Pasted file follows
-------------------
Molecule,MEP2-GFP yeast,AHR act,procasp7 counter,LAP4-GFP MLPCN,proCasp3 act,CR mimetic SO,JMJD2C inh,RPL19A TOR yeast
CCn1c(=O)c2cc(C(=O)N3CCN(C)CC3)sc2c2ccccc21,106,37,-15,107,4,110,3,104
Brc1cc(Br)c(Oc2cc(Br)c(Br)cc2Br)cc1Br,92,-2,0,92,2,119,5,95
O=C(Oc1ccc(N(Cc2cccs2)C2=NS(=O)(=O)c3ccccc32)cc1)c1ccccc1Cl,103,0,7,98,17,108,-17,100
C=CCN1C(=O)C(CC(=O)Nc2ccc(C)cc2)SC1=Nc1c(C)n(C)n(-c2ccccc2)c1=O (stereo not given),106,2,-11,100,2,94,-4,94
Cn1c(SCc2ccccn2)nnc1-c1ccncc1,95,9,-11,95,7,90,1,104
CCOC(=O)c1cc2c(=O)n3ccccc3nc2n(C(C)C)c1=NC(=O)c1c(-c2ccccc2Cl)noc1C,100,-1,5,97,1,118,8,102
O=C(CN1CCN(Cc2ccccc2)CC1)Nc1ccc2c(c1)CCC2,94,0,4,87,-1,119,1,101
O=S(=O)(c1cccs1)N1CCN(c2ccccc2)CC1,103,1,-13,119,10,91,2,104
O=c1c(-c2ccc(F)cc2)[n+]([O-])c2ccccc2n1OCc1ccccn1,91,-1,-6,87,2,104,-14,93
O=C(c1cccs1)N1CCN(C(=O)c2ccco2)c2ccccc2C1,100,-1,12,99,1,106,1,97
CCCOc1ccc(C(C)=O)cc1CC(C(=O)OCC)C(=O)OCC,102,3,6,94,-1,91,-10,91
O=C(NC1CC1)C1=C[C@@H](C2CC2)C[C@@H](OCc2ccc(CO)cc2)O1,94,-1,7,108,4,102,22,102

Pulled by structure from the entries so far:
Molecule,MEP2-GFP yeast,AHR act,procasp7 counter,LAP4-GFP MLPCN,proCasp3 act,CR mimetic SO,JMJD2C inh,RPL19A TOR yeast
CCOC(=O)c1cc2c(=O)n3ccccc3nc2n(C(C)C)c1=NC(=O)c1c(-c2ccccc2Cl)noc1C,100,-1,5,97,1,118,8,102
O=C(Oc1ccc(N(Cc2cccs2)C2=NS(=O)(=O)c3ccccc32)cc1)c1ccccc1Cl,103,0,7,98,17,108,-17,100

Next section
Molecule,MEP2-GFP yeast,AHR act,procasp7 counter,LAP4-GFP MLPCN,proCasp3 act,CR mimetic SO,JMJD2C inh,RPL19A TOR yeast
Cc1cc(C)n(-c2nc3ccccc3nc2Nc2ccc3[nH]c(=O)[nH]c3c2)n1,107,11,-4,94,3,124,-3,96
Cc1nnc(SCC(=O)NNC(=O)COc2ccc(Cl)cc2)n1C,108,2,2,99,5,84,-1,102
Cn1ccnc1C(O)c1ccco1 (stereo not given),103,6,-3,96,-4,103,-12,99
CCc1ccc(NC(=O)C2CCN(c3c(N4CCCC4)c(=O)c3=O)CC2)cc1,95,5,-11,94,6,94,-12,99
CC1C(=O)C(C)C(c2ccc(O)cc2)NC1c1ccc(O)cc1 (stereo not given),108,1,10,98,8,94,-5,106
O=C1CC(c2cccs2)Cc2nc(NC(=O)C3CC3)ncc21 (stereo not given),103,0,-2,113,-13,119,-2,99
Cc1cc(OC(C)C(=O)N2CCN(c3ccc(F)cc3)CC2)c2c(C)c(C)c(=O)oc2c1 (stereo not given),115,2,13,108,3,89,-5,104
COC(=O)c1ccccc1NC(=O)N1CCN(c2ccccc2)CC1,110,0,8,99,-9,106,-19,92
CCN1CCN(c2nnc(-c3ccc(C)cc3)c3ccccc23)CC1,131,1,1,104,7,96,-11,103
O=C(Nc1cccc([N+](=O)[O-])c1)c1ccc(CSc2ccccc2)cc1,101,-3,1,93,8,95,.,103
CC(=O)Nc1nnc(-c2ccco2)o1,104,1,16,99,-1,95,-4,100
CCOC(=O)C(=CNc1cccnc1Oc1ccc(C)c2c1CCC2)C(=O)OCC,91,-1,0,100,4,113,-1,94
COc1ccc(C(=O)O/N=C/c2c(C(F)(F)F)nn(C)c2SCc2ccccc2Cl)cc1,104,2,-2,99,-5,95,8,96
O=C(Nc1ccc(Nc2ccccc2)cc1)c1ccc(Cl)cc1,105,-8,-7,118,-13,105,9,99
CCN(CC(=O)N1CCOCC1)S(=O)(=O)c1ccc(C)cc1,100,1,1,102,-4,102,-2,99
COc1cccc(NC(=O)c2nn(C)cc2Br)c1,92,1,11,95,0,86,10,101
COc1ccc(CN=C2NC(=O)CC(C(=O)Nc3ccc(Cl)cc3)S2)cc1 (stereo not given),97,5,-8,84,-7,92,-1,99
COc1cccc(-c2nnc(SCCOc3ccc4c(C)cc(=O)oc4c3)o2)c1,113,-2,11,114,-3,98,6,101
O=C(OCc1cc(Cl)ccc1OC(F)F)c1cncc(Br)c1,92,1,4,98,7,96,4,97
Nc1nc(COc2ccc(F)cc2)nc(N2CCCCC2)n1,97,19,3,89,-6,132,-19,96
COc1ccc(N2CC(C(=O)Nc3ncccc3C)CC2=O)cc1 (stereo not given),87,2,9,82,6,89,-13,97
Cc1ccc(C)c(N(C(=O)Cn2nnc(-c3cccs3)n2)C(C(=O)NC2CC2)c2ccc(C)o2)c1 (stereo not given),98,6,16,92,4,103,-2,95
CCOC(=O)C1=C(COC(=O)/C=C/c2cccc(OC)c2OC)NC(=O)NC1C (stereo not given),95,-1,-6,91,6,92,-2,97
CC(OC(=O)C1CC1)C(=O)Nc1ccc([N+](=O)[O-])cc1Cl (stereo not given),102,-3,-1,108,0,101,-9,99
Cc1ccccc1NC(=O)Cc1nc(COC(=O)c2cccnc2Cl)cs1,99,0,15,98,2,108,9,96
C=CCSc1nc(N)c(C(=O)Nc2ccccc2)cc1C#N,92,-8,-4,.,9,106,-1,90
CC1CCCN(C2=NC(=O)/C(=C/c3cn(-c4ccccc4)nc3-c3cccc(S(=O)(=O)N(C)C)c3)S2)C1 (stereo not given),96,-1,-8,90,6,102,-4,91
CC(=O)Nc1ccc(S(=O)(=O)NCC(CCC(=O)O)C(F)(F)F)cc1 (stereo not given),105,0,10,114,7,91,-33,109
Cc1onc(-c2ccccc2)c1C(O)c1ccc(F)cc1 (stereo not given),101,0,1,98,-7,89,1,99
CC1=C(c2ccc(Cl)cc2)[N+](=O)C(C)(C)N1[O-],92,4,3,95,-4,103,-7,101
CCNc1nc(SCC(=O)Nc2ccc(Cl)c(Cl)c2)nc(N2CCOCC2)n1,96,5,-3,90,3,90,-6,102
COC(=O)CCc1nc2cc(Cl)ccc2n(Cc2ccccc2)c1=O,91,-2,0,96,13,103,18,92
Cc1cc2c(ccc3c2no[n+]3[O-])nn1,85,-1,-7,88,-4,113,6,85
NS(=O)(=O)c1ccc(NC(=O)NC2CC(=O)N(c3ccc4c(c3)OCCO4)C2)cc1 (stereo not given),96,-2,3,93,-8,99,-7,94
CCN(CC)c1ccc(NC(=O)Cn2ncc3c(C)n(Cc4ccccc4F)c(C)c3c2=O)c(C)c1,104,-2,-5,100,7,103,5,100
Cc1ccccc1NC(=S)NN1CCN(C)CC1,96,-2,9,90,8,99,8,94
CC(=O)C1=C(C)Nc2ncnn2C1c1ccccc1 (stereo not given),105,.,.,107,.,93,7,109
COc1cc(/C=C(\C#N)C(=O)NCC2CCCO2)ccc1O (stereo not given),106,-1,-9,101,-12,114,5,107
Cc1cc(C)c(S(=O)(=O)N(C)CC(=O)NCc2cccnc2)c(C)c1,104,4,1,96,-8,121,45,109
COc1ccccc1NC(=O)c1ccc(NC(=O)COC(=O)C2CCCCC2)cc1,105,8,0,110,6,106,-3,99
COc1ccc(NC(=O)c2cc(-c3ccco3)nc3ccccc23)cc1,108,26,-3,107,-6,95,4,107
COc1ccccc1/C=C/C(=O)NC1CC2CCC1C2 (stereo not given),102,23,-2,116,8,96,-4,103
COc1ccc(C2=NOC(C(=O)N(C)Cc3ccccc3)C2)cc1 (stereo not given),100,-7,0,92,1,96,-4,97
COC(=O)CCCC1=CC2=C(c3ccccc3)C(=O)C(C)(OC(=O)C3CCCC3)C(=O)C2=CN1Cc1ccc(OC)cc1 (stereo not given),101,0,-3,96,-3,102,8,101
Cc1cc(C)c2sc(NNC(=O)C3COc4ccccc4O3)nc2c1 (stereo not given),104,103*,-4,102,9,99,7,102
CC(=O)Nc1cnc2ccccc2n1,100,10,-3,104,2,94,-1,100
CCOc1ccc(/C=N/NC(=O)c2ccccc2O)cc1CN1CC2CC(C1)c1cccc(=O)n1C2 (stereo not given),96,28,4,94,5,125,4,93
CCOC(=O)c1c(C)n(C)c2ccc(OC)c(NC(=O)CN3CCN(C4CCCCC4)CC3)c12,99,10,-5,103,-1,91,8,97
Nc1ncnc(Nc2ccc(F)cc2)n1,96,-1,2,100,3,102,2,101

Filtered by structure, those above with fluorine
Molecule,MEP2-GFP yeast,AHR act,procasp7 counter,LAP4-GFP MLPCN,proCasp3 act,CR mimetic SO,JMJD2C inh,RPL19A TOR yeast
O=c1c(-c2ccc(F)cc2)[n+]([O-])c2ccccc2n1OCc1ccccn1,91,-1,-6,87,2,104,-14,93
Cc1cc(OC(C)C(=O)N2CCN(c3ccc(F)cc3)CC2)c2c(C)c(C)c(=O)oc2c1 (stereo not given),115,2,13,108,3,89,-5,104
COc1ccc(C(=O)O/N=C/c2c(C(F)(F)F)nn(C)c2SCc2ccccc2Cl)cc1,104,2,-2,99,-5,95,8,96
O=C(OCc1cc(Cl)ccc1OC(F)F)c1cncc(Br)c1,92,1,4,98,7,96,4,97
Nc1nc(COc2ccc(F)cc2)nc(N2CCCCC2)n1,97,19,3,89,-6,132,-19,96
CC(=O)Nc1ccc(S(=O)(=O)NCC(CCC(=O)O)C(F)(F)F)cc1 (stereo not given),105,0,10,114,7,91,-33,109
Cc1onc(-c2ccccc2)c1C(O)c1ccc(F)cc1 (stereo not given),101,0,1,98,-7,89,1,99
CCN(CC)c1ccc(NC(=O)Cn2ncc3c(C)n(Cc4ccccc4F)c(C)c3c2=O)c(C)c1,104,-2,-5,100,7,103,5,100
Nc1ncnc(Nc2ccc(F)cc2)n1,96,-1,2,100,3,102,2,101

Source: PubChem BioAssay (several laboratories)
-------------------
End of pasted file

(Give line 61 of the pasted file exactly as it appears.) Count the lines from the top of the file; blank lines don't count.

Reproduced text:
COc1ccccc1/C=C/C(=O)NC1CC2CCC1C2 (stereo not given),102,23,-2,116,8,96,-4,103